Abstract Hepatic veno-occlusive disease (VOD), or sinusoidal obstruction syndrome (SOS), is a serious complication of hematopoietic stem cell transplantation (HSCT) with mortality in its severe form exceeding 80%. Although the incidence of VOD/SOS has fallen with contemporary transplantation practices, the increasing use of inotuzumab, the return of gemtuzumab, and the popularity of pharmacokinetic-guided high-dose busulfan may impact incidence. Early intervention with defibrotide improves survi...
4 CitationsSource
#1Farhad Khimani (USF: University of South Florida)H-Index: 3
#2George B. McDonald (Fred Hutchinson Cancer Research Center)H-Index: 69
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Sirolimus-based graft vs. host disease (GVHD) prophylaxis is associated with higher incidence of veno-occlusive disease/sinusoidal obstruction syndrome (VOD/SOS) after allogeneic hematopoietic cell transplantation (HCT). However, whether the clinical manifestations and prognosis of VOD/SOS differs when diagnosed in the setting of sirolimus-based GVHD prophylaxis is not well studied. To address this question, we examined presenting features and treatment outcome of VOD/SOS cases identified in a l...
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Abstract A risk score identifying patients at high risk for veno-occlusive disease (VOD) may aid efforts to study preventive strategies for this uncommon complication of hematopoietic cell transplantation (HCT). Patients receiving a first allogeneic HCT between 2008 and 2013 as reported to the Center for International Blood and Marrow Transplant Research (N = 13,097) were randomly divided into training and validation sets. Independent prognostic factors for development of VOD by day +100 after H...
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#1Stephan A. Grupp (Children's Hospital of Philadelphia)H-Index: 57
#2Paul G. Richardson (Harvard University)H-Index: 156
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7047Background: VOD/SOS is an unpredictable, potentially life-threatening complication of HSCT. VOD/SOS with multi-organ dysfunction (MOD) may be associated with > 80% mortality. DF is approved to ...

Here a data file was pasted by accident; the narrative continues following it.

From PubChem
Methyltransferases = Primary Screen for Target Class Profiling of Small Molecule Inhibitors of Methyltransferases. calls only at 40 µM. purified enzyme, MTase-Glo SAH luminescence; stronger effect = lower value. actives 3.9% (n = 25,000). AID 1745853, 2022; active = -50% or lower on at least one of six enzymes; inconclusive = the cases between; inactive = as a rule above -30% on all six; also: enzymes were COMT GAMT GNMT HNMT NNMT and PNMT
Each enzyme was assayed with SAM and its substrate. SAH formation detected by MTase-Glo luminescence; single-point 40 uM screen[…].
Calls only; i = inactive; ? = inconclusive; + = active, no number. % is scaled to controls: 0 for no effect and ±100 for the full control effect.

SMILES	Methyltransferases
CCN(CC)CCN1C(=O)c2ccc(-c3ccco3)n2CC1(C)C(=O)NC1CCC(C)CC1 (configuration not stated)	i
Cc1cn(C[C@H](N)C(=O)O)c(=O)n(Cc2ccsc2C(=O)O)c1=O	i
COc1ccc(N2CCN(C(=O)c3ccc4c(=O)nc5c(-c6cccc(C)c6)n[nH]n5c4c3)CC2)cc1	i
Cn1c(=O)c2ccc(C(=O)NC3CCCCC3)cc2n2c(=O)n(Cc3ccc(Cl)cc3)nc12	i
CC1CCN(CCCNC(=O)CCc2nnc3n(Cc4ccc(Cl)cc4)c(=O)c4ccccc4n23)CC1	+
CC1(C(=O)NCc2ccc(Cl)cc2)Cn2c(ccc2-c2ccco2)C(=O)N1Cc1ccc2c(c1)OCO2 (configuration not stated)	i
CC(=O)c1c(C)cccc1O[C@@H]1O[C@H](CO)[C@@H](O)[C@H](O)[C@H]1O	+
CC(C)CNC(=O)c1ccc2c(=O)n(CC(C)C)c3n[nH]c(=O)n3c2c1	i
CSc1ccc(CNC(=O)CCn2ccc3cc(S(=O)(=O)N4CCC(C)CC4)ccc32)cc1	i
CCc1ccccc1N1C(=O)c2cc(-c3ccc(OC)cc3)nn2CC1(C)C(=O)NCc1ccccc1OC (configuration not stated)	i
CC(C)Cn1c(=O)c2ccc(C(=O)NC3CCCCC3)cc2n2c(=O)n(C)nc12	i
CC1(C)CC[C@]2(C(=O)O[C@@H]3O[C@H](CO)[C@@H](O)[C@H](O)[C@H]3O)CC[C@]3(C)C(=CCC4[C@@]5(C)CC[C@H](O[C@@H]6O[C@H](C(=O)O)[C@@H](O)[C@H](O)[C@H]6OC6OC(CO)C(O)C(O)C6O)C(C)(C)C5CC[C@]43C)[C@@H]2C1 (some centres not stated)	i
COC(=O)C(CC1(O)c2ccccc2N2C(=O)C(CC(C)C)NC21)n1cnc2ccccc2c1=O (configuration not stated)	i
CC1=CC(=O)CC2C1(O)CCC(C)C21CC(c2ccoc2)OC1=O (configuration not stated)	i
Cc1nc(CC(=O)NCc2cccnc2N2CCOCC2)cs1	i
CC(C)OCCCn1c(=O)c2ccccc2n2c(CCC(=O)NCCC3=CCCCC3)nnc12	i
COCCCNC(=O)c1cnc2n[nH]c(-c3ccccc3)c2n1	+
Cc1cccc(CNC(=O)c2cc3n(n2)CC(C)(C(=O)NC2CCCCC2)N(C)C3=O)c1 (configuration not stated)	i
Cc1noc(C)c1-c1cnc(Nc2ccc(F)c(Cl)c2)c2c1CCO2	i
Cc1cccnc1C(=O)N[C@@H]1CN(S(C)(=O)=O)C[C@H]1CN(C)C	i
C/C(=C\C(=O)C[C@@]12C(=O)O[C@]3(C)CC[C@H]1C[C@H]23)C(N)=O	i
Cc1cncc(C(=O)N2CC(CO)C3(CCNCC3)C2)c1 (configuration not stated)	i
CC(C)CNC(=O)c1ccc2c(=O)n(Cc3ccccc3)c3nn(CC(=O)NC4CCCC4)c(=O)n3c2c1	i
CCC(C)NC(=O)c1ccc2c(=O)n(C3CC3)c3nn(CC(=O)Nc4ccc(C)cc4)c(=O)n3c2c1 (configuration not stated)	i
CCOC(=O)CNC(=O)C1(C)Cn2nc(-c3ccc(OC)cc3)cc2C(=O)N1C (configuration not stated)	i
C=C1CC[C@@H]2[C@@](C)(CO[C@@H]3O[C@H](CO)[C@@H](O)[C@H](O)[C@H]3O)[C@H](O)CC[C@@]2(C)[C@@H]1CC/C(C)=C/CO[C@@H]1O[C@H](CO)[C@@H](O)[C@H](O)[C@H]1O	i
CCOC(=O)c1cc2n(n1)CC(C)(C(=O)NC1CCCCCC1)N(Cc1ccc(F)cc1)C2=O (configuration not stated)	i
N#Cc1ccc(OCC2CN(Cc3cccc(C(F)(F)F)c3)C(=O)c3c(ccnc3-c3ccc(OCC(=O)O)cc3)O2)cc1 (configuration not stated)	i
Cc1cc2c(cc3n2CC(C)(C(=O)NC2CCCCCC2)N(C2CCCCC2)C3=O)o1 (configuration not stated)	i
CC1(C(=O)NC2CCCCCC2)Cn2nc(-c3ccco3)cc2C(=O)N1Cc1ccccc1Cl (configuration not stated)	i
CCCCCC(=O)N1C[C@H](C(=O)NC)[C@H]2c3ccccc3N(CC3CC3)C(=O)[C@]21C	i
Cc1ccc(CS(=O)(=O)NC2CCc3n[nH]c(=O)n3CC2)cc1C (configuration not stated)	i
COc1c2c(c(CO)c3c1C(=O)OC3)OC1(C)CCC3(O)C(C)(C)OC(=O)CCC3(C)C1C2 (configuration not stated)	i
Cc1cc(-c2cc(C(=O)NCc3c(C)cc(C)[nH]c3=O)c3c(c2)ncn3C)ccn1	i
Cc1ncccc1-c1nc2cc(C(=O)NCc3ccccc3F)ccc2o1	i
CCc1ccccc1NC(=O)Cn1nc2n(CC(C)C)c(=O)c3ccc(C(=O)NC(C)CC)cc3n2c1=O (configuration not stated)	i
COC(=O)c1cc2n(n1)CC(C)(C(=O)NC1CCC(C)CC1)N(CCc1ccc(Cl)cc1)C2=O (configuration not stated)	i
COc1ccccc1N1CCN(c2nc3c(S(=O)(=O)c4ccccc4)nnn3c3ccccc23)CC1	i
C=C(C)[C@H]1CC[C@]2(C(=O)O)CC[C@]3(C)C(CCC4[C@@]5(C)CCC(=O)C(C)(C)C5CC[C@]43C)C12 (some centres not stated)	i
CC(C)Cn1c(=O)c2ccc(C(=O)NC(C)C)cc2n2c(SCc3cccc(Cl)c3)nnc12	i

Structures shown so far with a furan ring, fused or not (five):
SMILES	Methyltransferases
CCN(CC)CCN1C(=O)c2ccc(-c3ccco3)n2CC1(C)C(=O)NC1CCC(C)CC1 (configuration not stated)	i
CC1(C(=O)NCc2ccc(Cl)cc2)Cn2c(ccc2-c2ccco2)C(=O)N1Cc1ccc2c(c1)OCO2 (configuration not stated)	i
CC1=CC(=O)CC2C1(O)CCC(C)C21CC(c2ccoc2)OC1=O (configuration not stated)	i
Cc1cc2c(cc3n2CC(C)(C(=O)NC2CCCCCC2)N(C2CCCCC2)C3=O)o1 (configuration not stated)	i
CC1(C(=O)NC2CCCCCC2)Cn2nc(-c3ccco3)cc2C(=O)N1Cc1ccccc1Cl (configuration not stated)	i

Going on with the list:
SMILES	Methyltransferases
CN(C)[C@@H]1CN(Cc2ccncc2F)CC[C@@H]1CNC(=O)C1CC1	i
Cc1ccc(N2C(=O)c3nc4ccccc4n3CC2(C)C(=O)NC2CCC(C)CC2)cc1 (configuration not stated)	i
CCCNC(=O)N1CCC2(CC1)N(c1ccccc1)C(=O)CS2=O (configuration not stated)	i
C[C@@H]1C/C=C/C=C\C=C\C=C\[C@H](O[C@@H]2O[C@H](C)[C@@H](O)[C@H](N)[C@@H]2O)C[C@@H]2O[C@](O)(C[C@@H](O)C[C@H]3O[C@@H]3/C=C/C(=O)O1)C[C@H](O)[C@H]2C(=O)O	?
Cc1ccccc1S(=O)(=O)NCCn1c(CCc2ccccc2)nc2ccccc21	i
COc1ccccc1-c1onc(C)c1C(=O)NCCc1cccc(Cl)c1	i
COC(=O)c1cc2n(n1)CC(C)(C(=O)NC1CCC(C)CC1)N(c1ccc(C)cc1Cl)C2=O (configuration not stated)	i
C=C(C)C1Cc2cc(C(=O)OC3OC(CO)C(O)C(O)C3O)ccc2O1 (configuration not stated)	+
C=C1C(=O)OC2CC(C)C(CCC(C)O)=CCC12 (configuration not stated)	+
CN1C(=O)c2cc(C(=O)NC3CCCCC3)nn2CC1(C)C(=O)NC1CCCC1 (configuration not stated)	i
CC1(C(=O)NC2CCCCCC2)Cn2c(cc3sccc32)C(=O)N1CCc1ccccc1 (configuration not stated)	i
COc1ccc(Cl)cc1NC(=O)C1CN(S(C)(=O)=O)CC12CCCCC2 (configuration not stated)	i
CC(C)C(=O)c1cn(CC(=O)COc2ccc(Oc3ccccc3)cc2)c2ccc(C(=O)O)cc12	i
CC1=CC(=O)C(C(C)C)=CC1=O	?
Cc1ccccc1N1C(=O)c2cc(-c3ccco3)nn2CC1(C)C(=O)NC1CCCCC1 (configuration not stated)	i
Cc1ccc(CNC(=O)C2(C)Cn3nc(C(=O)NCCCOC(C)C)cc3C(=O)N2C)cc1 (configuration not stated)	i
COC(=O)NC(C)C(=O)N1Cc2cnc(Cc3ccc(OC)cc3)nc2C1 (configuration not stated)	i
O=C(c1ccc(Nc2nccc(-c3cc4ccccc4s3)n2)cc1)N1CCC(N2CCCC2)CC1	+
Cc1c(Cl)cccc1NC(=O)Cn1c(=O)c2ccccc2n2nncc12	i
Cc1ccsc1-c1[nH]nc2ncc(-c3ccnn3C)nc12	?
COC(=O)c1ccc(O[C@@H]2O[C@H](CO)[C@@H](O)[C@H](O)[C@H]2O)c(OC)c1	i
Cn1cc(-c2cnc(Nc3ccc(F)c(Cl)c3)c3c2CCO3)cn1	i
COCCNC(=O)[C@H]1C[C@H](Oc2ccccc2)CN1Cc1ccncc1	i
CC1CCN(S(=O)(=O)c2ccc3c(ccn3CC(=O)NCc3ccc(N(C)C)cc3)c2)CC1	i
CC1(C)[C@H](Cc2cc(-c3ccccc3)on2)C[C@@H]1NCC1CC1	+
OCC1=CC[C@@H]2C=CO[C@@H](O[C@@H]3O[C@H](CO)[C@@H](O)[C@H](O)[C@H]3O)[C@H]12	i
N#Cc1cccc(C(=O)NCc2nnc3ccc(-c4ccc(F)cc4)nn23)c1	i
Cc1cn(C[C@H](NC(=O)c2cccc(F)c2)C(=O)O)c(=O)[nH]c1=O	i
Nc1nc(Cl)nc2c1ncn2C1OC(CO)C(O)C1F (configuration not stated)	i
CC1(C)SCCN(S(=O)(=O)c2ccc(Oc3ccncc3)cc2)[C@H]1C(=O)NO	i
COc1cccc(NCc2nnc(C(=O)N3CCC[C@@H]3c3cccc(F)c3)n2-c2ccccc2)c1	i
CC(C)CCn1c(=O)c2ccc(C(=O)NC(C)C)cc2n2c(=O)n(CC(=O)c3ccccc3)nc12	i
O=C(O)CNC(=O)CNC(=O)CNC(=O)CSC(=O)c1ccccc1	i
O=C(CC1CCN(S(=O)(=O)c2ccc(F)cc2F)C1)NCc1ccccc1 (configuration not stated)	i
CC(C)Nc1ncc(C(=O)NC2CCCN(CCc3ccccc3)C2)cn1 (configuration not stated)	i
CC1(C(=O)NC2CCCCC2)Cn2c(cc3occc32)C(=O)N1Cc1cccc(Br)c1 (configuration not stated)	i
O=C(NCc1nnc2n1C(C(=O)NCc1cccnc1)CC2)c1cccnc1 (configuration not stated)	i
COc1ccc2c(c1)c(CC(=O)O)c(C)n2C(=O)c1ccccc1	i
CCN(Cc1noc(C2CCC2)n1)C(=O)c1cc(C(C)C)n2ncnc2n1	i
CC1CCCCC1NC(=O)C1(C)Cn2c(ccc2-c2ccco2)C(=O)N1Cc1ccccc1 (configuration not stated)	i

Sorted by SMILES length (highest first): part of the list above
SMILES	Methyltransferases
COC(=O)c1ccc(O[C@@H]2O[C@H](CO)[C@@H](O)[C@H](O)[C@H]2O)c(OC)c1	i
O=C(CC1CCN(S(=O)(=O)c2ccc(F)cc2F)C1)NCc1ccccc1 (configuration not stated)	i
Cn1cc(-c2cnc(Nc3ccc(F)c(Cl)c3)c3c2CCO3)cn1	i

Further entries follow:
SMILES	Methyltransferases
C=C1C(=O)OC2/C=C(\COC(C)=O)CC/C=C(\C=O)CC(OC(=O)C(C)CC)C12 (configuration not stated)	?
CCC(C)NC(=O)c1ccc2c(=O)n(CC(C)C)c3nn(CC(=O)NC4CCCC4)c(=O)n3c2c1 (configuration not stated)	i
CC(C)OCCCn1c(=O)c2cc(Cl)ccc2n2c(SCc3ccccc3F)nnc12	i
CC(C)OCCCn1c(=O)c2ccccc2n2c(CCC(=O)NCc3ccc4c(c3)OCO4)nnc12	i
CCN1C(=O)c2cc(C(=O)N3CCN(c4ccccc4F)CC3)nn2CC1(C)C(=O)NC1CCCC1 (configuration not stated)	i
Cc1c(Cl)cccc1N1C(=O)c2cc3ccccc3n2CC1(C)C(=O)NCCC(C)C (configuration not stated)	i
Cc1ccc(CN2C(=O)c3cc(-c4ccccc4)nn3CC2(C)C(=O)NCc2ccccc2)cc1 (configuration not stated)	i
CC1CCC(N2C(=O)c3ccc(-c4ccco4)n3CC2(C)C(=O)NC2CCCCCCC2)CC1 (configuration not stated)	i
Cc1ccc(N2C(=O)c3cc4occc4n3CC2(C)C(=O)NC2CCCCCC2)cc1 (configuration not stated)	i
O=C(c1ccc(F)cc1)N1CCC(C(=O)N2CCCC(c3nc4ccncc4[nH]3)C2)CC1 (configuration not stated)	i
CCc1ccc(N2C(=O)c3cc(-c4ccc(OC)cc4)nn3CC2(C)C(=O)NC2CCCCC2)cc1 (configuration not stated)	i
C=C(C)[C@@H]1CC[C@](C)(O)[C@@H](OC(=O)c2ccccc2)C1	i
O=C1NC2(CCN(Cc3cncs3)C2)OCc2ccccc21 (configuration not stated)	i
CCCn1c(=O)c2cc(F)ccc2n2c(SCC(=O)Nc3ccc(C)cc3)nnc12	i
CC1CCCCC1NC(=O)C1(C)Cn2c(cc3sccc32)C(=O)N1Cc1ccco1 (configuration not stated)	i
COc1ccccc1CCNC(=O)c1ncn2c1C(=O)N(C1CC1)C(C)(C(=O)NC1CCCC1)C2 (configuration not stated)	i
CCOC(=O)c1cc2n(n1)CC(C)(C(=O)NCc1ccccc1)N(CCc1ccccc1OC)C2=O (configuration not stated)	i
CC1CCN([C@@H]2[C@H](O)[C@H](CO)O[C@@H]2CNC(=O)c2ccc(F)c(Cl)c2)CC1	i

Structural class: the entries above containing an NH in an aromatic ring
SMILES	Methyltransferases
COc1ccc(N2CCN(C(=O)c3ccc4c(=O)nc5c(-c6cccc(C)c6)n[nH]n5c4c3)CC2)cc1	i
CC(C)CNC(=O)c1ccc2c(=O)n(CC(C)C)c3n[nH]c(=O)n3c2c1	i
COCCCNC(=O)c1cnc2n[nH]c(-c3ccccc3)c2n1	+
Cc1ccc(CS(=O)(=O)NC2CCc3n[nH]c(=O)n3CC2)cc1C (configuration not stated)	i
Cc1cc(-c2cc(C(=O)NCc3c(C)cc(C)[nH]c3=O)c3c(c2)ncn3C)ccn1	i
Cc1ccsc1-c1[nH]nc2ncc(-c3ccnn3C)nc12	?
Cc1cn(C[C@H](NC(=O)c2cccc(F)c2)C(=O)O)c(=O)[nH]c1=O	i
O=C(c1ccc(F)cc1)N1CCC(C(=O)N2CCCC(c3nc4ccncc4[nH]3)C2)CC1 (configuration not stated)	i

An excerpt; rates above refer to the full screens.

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#2Florent Malard (University of Paris)H-Index: 17
Last. Enric Carreras (University of Barcelona)H-Index: 45
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The advances in hematopoietic cell transplantation (HCT) over the last decade have led to a transplant-related mortality below 15%. Hepatic sinusoidal obstruction syndrome/veno-occlusive disease (SOS/VOD) is a life-threatening complication of HCT that belongs to a group of diseases increasingly identified as transplant-related, systemic endothelial diseases. In most cases, SOS/VOD resolves within weeks; however, severe SOS/VOD results in multi-organ dysfunction/failure with a mortality rate >80%...
88 CitationsSource
#1Jean-Hugues Dalle (Paris Diderot University)H-Index: 23
#2Sergio A. Giralt (MSK: Memorial Sloan Kettering Cancer Center)H-Index: 40
Hepatic veno-occlusive disease (VOD), also known as sinusoidal obstruction syndrome (SOS), can develop in a subset of patients, primarily after myeloablative hematopoietic stem cell transplantation, but it also may occur after reduced-intensity conditioning. Severe VOD/SOS, typically characterized by multiorgan failure, has been associated with a mortality rate greater than 80%. Therefore, an accurate and prompt diagnosis of VOD/SOS is essential for early initiation of appropriate therapy to imp...
63 CitationsSource
#1Panagiotis Tsirigotis (HUJI: Hebrew University of Jerusalem)H-Index: 20
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Incidence and risk factors for moderate-to-severe veno-occlusive disease of the liver after allogeneic stem cell transplantation using a reduced intensity conditioning regimen